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Connecting All Up...

Once you're finally connected to the included Brain Jr 2, life gets a lot better. At this point, it really is plug n’ play. Launching the Brain V2 configure application, it becomes very easy to check your work. You can turn all the LEDs on, check MIDI coming out, see if the buttons are connected to the right locations, and so on. It’s a long haul to this juncture. But, it’s truly gratifying, once you get there. 

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The only final build portion of the project that might be difficult for some (it was for me), would be getting the Brain Jr, and the now soldered Omni Board, with all the cables, mounted within the enclosure. Livid supplies very small nuts and bolts, so you do want a nice set of needle-nose pliers, or a tiny socket set, as this part is a little tedious. 

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Once everything is in the box, however, you’ll finally see why you put this much time in, period. The Button Box is built like a tank. The buttons feel good, the enclosure is metal, and they even include the little black plastic feet, so you don’t scratch up your nice table, at home.


Livid supplies you with a pretty serious controller for small price that they are offering for this kit. You won’t find a controller of this quality in this price range, but you will work for it. You will find yourself having to double-check your work, and you might, like me, get burned. But, I do believe the end result is definitely worth it if you enjoy long projects like this, similar to building model airplanes. The included Ableton Remote Scripts are highly customized for this controller, and offer an unbelievable amount of suggestions for further programming. There’s just going to be a learning curve, if you’re like me, and new to interior of electronics.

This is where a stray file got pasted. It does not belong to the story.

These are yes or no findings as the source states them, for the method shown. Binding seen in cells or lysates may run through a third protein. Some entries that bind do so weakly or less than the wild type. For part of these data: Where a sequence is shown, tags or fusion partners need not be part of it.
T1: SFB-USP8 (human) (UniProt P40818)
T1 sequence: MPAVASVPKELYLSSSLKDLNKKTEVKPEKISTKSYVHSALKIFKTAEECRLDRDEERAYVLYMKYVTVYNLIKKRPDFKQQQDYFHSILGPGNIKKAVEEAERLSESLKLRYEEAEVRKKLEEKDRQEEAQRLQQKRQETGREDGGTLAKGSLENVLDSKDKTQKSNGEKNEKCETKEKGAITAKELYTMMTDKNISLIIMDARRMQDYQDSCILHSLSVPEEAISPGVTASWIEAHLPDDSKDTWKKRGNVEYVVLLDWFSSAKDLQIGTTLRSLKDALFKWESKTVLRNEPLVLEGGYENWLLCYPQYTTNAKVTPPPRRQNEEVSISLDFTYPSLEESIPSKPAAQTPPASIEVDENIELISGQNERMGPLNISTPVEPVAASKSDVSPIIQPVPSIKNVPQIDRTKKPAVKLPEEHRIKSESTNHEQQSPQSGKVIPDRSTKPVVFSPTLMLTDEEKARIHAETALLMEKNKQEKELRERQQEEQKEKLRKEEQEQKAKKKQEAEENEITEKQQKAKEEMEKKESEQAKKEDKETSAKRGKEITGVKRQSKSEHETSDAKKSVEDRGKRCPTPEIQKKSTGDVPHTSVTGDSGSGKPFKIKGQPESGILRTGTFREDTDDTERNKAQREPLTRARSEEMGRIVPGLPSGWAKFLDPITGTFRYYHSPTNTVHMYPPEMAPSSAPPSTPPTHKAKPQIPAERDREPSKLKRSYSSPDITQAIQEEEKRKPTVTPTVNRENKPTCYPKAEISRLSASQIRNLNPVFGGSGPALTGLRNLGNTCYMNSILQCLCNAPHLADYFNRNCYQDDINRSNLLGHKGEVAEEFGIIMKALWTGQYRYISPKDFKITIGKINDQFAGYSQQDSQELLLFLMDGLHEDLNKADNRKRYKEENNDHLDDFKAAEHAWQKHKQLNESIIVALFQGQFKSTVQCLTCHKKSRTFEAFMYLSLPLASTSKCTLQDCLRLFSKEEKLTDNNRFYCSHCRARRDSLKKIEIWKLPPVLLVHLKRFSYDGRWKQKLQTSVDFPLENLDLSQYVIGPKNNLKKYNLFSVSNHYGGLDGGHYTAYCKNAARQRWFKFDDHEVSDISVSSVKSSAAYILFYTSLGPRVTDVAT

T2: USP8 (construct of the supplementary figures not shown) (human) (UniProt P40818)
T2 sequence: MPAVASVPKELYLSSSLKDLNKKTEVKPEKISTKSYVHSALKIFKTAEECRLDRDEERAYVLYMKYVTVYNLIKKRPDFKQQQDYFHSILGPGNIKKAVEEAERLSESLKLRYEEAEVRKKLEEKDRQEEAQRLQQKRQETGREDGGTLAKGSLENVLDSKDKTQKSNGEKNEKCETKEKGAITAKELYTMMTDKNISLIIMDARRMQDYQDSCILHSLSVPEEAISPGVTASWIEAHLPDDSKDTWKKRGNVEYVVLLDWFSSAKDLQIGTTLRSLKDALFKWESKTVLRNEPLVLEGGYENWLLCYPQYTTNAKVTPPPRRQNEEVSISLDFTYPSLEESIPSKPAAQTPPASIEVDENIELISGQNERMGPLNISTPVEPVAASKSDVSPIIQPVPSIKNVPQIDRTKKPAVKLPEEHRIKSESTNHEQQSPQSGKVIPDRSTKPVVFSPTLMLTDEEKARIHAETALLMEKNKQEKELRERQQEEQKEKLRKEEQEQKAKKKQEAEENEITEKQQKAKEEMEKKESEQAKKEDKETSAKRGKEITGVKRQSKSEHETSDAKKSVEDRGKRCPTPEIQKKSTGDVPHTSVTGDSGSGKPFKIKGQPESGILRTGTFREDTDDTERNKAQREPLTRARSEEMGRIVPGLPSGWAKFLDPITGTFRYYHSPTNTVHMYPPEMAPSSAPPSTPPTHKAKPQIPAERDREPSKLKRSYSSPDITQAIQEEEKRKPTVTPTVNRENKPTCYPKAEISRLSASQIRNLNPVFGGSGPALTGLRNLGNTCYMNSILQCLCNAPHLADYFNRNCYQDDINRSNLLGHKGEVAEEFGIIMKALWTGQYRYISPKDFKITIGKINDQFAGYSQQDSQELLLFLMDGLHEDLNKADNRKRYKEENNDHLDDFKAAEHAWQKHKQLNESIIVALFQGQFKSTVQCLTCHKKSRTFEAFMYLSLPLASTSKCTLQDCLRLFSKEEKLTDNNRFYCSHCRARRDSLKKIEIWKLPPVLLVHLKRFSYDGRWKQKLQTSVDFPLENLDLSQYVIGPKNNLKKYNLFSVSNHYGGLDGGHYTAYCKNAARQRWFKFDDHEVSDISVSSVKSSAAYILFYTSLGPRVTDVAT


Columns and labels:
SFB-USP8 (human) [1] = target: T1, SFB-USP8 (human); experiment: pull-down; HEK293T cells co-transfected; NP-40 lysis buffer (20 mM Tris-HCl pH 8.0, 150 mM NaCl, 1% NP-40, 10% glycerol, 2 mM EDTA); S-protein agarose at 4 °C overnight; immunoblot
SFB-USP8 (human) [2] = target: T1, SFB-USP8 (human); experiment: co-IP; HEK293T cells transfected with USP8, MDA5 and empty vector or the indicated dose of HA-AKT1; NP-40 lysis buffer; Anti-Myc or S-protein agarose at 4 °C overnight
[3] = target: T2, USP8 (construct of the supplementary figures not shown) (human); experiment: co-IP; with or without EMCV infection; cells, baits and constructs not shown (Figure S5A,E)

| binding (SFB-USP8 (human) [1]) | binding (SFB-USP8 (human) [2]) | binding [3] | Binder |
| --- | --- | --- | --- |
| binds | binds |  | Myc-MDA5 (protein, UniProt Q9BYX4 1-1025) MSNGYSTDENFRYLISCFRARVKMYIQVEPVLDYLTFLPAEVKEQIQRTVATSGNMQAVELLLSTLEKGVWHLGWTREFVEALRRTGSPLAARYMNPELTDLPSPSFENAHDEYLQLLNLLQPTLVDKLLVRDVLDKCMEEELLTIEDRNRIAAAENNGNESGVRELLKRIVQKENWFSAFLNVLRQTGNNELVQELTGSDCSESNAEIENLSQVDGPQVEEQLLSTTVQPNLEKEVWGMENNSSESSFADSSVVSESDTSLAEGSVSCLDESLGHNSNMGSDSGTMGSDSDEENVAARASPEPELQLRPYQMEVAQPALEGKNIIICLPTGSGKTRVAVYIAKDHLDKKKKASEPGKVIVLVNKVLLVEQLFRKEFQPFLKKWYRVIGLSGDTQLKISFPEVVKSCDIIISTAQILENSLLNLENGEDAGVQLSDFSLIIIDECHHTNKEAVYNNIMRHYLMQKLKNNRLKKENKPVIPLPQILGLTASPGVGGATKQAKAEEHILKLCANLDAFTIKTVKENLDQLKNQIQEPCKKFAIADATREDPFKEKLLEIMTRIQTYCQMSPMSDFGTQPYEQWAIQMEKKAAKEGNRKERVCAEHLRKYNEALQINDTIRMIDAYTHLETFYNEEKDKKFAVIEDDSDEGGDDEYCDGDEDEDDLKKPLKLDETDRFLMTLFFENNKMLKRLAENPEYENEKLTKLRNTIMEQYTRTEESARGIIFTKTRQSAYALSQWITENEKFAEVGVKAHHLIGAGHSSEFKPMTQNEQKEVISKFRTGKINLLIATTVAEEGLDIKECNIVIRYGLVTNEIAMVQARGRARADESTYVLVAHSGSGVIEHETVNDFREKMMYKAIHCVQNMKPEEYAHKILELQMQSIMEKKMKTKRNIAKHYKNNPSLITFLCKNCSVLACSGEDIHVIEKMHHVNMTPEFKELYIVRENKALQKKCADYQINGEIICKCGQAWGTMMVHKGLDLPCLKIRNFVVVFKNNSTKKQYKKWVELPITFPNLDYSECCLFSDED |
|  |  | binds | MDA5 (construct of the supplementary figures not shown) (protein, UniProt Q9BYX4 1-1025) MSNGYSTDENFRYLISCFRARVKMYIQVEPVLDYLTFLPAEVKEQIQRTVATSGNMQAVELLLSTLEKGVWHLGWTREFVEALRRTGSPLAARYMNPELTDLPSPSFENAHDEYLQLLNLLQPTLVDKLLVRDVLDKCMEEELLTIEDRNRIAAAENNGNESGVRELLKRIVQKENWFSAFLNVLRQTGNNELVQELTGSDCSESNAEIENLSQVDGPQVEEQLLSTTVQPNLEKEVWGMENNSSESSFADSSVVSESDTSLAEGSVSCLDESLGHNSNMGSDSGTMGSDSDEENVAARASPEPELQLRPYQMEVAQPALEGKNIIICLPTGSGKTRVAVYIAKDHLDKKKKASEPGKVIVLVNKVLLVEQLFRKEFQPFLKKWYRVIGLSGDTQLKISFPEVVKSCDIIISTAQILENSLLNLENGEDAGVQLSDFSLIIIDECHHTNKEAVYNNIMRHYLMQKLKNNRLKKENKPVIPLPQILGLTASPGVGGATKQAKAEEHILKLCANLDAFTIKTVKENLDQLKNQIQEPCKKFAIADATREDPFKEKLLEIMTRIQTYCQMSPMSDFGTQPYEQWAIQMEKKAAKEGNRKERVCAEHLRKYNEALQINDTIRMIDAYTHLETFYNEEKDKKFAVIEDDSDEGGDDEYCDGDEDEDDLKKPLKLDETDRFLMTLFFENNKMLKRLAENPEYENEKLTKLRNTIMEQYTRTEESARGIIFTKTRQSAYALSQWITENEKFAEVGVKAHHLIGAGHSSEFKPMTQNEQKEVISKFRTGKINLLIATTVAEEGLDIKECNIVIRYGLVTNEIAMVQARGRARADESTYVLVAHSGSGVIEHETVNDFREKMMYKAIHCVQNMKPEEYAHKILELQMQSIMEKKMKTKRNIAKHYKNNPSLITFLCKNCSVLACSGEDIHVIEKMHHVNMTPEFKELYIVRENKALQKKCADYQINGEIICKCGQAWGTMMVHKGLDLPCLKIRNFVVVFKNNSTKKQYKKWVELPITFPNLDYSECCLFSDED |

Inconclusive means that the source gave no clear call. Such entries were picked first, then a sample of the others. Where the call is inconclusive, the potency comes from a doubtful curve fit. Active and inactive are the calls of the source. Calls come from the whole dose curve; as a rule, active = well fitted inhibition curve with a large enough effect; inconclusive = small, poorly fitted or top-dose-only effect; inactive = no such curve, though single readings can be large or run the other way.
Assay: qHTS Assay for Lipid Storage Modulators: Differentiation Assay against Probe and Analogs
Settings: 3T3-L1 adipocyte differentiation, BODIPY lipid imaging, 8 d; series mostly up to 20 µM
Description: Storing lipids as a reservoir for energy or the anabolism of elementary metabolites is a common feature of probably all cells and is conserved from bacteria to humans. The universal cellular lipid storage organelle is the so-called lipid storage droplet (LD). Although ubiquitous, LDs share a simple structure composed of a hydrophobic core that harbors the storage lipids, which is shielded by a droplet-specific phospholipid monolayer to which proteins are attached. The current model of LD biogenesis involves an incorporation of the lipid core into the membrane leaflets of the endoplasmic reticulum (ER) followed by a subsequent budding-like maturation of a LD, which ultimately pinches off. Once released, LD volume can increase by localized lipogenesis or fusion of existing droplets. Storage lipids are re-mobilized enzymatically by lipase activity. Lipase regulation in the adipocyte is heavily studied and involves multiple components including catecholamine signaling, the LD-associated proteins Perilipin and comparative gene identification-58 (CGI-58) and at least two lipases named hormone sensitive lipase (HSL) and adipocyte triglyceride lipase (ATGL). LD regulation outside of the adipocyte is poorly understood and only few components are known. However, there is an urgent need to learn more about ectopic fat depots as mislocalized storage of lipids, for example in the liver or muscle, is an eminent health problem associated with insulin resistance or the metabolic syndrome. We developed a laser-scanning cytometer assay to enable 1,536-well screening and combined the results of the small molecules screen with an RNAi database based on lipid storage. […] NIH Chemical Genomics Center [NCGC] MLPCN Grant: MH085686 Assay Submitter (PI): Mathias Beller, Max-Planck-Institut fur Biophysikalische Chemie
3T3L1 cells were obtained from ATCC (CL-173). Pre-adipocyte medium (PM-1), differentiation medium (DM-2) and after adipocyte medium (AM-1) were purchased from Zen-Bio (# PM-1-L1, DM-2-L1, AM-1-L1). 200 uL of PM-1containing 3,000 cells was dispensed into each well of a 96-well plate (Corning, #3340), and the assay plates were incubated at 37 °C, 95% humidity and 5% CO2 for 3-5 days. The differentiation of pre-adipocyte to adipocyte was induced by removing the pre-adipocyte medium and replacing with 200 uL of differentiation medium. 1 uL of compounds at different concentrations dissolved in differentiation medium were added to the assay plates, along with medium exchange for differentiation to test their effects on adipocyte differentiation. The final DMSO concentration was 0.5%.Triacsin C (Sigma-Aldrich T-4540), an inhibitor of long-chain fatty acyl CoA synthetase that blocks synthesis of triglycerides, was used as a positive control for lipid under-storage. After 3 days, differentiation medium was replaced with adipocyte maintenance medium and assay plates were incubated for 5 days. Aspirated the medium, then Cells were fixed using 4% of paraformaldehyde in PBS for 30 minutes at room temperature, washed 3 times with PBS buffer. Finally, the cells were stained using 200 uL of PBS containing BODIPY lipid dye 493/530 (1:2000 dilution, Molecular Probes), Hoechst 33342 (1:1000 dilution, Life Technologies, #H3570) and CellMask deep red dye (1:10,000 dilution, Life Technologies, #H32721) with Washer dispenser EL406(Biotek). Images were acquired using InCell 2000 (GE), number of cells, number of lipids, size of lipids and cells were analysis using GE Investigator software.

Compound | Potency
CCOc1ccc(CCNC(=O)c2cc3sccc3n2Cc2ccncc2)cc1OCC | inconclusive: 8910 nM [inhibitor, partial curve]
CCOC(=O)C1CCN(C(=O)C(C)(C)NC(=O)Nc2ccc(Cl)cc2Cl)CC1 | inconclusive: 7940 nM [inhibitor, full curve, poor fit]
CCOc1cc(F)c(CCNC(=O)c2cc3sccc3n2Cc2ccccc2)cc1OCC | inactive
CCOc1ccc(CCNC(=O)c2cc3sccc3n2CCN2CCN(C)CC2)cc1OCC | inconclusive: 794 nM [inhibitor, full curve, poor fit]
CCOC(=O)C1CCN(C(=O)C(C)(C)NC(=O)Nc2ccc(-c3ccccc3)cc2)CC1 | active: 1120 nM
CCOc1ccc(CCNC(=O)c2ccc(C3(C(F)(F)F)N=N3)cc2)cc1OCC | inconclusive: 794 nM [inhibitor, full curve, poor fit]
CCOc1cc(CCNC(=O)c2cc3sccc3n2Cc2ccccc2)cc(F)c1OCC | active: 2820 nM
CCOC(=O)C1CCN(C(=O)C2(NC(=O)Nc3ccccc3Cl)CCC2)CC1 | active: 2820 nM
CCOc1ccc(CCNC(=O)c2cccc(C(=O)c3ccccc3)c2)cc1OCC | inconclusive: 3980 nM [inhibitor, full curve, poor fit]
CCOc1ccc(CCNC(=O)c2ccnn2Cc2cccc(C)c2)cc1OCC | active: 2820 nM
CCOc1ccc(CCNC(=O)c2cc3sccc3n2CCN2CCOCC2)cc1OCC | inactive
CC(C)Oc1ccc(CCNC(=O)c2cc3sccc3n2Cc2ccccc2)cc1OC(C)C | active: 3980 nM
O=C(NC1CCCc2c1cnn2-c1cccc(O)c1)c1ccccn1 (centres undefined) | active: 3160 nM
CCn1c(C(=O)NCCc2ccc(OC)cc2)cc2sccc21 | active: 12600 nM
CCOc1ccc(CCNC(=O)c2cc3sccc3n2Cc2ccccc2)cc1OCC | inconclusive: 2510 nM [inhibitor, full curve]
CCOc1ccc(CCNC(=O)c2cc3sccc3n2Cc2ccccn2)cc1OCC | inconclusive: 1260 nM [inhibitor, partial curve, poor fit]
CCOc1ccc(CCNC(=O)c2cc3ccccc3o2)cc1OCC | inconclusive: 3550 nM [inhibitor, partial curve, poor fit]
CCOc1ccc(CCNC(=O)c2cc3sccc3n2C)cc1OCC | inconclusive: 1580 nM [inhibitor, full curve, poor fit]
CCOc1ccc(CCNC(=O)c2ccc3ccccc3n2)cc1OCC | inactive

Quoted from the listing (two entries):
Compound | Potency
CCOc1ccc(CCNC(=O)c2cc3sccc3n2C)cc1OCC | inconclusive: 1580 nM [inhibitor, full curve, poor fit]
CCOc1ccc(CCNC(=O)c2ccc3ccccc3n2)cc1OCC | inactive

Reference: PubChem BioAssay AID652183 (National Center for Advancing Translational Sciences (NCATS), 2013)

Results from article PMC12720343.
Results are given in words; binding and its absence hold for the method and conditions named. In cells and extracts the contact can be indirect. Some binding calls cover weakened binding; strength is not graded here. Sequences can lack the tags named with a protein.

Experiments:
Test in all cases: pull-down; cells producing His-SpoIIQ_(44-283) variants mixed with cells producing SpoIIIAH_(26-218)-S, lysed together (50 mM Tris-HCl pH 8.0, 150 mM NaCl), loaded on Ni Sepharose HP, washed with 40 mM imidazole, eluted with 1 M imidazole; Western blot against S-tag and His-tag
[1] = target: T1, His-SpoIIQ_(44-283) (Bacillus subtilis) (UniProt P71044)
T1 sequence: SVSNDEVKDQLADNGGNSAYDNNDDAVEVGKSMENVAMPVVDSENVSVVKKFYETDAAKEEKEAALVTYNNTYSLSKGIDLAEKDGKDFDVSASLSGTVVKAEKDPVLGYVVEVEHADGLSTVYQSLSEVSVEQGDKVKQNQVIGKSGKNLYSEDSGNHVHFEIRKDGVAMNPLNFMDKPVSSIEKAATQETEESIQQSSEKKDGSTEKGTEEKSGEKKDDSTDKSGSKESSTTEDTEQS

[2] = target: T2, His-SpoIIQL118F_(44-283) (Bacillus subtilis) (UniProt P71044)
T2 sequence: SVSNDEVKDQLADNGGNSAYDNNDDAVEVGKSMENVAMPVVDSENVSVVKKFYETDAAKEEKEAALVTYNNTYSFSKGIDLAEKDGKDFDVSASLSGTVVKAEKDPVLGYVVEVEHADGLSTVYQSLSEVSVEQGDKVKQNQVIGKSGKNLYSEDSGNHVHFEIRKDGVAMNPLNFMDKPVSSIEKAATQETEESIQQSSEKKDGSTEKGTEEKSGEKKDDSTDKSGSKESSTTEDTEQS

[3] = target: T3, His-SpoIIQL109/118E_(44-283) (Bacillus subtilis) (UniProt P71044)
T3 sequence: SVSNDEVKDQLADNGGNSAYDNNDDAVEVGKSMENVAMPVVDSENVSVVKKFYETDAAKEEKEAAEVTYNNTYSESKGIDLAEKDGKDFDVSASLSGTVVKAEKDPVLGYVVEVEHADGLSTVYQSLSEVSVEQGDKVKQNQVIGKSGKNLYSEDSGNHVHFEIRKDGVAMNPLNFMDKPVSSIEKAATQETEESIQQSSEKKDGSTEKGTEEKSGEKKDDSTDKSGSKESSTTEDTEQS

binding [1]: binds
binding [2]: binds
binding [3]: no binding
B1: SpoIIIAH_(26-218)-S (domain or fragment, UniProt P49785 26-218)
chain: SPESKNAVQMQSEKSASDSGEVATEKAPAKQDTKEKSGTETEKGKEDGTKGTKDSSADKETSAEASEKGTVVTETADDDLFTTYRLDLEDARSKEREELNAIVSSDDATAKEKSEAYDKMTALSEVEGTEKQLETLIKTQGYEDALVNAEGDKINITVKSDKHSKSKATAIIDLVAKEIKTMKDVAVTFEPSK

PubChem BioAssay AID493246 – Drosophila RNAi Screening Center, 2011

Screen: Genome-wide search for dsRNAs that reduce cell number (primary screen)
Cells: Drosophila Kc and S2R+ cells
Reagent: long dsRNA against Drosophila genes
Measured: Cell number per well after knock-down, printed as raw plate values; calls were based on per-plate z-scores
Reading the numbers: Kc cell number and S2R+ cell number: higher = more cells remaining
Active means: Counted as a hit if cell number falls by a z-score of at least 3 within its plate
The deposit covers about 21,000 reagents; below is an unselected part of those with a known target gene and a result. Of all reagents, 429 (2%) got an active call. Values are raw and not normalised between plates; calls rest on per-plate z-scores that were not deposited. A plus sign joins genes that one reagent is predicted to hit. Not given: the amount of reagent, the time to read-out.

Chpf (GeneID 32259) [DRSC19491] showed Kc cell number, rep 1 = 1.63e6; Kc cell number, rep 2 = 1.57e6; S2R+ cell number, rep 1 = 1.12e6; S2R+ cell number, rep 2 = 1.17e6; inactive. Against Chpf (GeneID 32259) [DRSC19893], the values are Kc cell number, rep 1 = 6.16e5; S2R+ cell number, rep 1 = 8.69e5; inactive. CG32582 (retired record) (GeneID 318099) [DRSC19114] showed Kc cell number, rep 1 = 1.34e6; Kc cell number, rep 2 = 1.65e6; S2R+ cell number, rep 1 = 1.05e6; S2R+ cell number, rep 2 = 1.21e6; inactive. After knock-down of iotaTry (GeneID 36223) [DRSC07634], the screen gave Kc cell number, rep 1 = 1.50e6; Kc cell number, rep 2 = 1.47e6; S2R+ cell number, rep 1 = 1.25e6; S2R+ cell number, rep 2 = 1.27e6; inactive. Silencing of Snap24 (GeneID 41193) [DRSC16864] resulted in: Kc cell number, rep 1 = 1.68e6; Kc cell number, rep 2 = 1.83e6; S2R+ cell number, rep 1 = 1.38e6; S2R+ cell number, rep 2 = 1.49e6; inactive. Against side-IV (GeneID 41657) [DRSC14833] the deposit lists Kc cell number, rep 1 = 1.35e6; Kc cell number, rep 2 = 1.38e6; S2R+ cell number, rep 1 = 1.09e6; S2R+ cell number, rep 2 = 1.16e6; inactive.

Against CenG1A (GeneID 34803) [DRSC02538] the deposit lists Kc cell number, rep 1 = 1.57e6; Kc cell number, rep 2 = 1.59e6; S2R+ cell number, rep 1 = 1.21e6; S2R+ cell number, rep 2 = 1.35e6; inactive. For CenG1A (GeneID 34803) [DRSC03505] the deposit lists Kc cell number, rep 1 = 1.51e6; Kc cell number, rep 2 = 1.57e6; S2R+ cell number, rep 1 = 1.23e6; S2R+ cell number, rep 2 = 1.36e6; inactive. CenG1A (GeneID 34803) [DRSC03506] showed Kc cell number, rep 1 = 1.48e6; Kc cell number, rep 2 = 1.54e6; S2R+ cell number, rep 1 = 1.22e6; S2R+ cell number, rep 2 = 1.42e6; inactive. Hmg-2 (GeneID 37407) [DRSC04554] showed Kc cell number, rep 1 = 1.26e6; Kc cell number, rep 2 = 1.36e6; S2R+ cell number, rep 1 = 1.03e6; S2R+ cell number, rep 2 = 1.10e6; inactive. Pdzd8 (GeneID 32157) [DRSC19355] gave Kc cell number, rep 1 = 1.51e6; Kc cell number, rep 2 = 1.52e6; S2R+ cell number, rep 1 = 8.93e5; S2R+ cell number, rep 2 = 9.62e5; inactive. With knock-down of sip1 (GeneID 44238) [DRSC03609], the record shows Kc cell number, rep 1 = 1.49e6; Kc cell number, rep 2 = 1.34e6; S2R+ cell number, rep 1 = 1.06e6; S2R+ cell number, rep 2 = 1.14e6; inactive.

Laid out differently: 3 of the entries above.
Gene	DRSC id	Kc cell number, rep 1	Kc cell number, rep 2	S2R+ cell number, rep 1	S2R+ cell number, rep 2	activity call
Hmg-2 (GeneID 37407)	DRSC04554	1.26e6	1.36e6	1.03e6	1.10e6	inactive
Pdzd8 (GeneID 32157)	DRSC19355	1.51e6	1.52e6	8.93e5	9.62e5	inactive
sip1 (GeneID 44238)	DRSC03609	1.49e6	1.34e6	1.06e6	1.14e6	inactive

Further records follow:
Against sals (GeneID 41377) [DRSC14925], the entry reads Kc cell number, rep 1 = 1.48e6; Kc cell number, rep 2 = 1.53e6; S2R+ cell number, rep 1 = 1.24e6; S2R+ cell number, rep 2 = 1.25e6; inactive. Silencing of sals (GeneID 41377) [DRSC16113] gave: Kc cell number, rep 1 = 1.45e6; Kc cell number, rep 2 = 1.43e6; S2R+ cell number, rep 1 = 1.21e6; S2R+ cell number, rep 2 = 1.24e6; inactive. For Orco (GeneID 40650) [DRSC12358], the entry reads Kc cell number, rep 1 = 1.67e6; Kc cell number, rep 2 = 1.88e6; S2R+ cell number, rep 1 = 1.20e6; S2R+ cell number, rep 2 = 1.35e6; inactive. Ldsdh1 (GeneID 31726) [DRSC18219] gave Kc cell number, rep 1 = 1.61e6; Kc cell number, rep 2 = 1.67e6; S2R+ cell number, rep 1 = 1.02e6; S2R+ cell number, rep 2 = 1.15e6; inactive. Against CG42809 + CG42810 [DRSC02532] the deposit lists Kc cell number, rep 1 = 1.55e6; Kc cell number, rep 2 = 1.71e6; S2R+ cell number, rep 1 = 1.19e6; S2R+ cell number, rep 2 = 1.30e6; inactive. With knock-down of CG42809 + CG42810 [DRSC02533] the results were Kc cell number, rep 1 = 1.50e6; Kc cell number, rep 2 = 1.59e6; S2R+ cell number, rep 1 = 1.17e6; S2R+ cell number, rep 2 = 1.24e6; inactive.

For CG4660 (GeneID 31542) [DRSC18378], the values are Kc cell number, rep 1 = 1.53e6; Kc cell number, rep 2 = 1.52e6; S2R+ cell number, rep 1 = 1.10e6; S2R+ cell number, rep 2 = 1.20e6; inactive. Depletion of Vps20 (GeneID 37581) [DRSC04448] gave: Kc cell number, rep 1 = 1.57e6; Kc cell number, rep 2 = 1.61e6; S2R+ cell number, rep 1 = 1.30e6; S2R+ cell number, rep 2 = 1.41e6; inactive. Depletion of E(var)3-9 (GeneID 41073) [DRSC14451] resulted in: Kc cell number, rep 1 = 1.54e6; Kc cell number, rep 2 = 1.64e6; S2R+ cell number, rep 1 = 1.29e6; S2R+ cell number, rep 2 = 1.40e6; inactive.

In short, I’d like to clarify my position, and state that this was a project that really pushed me. But, in the end, I would totally go back and do it, again. I learned a lot, and built a highly rugged, versatile device that I will definitely use for a long time. 

Price: $100

Pros:  A solid, small, powerful controller, that will teach you as much as it will serve you. Well written instructions, and a really cool Remote Script.

Cons: No spare parts, period?! I know it’s priced aggressively, but not even a spare diode or LED? Do you know how hard it is to find LEDs on Thanksgiving? 



Sound Designer, Musician, Author... G.W. Childs has worn many hats. Beginning in the U.S. Army back in 1991, at the age of 18, G.W. began learning electronics, communications and then ultimately audio and video editing from the Department of Defense. Upon leaving the military G.W. went on to work for many exciting companies like Lu... Read More